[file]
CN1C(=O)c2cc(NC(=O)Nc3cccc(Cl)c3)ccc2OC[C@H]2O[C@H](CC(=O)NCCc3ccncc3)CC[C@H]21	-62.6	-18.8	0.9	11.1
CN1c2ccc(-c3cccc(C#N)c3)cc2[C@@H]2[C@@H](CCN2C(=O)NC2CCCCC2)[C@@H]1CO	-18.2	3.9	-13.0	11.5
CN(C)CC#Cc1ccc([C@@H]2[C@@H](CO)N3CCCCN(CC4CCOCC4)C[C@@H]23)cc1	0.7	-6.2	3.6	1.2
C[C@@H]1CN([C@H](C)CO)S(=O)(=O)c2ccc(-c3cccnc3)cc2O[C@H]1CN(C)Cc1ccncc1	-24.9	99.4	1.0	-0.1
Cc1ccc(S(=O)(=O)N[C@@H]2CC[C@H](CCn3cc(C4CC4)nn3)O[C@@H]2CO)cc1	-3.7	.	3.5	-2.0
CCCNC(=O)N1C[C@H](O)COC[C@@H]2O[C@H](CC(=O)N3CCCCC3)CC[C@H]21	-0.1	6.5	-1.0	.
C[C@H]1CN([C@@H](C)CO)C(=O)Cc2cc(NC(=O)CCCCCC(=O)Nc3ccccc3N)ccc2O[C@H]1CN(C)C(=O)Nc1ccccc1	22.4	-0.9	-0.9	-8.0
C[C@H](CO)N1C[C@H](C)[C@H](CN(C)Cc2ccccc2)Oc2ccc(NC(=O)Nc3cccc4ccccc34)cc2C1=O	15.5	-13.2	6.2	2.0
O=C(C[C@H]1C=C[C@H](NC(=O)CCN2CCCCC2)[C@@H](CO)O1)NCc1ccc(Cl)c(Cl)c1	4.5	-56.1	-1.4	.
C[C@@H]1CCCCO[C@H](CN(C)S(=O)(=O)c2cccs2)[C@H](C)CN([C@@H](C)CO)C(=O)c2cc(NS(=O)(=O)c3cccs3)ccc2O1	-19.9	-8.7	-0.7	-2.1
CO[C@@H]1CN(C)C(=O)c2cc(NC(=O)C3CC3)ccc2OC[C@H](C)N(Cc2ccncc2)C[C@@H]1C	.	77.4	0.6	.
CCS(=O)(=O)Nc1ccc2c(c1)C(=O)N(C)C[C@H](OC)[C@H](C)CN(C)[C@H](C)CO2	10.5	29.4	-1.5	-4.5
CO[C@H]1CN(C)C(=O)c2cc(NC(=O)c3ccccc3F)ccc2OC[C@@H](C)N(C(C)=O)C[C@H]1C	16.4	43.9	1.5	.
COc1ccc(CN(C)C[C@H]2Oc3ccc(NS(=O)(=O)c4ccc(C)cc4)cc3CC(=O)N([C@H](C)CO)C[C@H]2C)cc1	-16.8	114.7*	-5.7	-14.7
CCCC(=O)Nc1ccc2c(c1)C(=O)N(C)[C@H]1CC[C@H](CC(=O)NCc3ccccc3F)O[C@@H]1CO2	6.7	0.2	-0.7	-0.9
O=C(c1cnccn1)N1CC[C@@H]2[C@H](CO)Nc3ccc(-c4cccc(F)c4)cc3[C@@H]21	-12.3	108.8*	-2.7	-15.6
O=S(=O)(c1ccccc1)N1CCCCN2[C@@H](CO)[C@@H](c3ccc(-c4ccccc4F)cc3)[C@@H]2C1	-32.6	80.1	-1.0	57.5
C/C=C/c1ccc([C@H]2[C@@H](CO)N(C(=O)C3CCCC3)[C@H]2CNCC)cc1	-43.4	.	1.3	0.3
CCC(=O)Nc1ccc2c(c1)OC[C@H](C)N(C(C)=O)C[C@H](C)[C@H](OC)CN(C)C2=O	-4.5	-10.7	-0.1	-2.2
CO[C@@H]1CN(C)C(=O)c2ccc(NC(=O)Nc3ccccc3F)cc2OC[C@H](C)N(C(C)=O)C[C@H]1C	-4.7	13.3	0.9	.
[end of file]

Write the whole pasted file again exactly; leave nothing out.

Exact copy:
CN1C(=O)c2cc(NC(=O)Nc3cccc(Cl)c3)ccc2OC[C@H]2O[C@H](CC(=O)NCCc3ccncc3)CC[C@H]21	-62.6	-18.8	0.9	11.1
CN1c2ccc(-c3cccc(C#N)c3)cc2[C@@H]2[C@@H](CCN2C(=O)NC2CCCCC2)[C@@H]1CO	-18.2	3.9	-13.0	11.5
CN(C)CC#Cc1ccc([C@@H]2[C@@H](CO)N3CCCCN(CC4CCOCC4)C[C@@H]23)cc1	0.7	-6.2	3.6	1.2
C[C@@H]1CN([C@H](C)CO)S(=O)(=O)c2ccc(-c3cccnc3)cc2O[C@H]1CN(C)Cc1ccncc1	-24.9	99.4	1.0	-0.1
Cc1ccc(S(=O)(=O)N[C@@H]2CC[C@H](CCn3cc(C4CC4)nn3)O[C@@H]2CO)cc1	-3.7	.	3.5	-2.0
CCCNC(=O)N1C[C@H](O)COC[C@@H]2O[C@H](CC(=O)N3CCCCC3)CC[C@H]21	-0.1	6.5	-1.0	.
C[C@H]1CN([C@@H](C)CO)C(=O)Cc2cc(NC(=O)CCCCCC(=O)Nc3ccccc3N)ccc2O[C@H]1CN(C)C(=O)Nc1ccccc1	22.4	-0.9	-0.9	-8.0
C[C@H](CO)N1C[C@H](C)[C@H](CN(C)Cc2ccccc2)Oc2ccc(NC(=O)Nc3cccc4ccccc34)cc2C1=O	15.5	-13.2	6.2	2.0
O=C(C[C@H]1C=C[C@H](NC(=O)CCN2CCCCC2)[C@@H](CO)O1)NCc1ccc(Cl)c(Cl)c1	4.5	-56.1	-1.4	.
C[C@@H]1CCCCO[C@H](CN(C)S(=O)(=O)c2cccs2)[C@H](C)CN([C@@H](C)CO)C(=O)c2cc(NS(=O)(=O)c3cccs3)ccc2O1	-19.9	-8.7	-0.7	-2.1
CO[C@@H]1CN(C)C(=O)c2cc(NC(=O)C3CC3)ccc2OC[C@H](C)N(Cc2ccncc2)C[C@@H]1C	.	77.4	0.6	.
CCS(=O)(=O)Nc1ccc2c(c1)C(=O)N(C)C[C@H](OC)[C@H](C)CN(C)[C@H](C)CO2	10.5	29.4	-1.5	-4.5
CO[C@H]1CN(C)C(=O)c2cc(NC(=O)c3ccccc3F)ccc2OC[C@@H](C)N(C(C)=O)C[C@H]1C	16.4	43.9	1.5	.
COc1ccc(CN(C)C[C@H]2Oc3ccc(NS(=O)(=O)c4ccc(C)cc4)cc3CC(=O)N([C@H](C)CO)C[C@H]2C)cc1	-16.8	114.7*	-5.7	-14.7
CCCC(=O)Nc1ccc2c(c1)C(=O)N(C)[C@H]1CC[C@H](CC(=O)NCc3ccccc3F)O[C@@H]1CO2	6.7	0.2	-0.7	-0.9
O=C(c1cnccn1)N1CC[C@@H]2[C@H](CO)Nc3ccc(-c4cccc(F)c4)cc3[C@@H]21	-12.3	108.8*	-2.7	-15.6
O=S(=O)(c1ccccc1)N1CCCCN2[C@@H](CO)[C@@H](c3ccc(-c4ccccc4F)cc3)[C@@H]2C1	-32.6	80.1	-1.0	57.5
C/C=C/c1ccc([C@H]2[C@@H](CO)N(C(=O)C3CCCC3)[C@H]2CNCC)cc1	-43.4	.	1.3	0.3
CCC(=O)Nc1ccc2c(c1)OC[C@H](C)N(C(C)=O)C[C@H](C)[C@H](OC)CN(C)C2=O	-4.5	-10.7	-0.1	-2.2
CO[C@@H]1CN(C)C(=O)c2ccc(NC(=O)Nc3ccccc3F)cc2OC[C@H](C)N(C(C)=O)C[C@H]1C	-4.7	13.3	0.9	.